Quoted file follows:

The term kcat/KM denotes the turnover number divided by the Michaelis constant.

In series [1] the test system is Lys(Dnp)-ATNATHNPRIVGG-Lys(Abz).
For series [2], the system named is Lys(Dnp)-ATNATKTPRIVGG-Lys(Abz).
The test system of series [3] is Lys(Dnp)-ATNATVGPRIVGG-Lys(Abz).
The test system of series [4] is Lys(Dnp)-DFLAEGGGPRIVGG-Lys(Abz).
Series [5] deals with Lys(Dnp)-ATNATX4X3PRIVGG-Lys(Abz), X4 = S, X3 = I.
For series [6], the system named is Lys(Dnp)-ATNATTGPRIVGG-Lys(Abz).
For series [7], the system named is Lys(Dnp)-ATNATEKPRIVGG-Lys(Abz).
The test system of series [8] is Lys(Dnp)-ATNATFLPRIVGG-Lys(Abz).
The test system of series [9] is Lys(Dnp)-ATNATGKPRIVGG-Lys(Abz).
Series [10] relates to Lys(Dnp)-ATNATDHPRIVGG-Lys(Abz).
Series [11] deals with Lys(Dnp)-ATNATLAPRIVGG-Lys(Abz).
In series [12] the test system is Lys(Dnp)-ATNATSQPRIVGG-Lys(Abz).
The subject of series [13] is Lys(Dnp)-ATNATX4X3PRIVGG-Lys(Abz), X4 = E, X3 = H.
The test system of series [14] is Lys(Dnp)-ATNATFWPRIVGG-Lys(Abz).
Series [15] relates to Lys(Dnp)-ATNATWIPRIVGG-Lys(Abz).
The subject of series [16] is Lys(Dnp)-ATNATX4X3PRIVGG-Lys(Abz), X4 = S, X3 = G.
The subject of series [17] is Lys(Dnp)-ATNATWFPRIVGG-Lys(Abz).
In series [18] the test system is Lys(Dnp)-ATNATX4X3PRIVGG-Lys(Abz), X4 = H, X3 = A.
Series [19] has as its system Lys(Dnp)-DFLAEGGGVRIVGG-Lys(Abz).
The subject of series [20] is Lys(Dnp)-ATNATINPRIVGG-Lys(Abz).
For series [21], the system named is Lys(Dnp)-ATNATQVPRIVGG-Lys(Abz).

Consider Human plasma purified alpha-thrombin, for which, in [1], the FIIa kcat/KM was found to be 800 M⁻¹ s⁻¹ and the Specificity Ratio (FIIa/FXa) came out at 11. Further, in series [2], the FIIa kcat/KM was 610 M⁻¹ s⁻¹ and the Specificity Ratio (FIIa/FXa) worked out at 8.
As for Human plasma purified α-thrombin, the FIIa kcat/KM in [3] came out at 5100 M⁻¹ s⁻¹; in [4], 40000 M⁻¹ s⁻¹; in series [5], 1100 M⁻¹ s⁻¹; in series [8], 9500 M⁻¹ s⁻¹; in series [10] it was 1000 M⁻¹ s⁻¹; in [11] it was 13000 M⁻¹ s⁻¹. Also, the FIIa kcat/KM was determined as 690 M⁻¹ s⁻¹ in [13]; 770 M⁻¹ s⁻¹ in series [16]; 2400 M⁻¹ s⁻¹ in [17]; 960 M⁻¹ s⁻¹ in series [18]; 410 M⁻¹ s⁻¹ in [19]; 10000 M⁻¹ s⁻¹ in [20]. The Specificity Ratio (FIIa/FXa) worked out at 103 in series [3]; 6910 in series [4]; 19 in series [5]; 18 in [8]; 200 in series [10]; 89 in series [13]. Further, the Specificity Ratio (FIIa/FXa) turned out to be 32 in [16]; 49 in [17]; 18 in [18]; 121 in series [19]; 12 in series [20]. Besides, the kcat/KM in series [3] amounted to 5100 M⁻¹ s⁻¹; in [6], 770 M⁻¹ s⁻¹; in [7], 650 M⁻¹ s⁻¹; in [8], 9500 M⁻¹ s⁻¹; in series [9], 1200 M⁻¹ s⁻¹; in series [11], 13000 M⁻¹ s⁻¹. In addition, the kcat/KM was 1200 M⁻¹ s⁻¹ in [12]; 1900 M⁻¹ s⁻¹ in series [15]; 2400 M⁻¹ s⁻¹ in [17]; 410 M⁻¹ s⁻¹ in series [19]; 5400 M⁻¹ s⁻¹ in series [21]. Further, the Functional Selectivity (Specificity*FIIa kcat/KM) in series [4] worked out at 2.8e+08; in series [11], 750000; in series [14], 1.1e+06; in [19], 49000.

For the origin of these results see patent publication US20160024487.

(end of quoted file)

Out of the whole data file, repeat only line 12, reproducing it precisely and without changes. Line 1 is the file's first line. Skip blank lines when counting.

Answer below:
Series [11] deals with Lys(Dnp)-ATNATLAPRIVGG-Lys(Abz).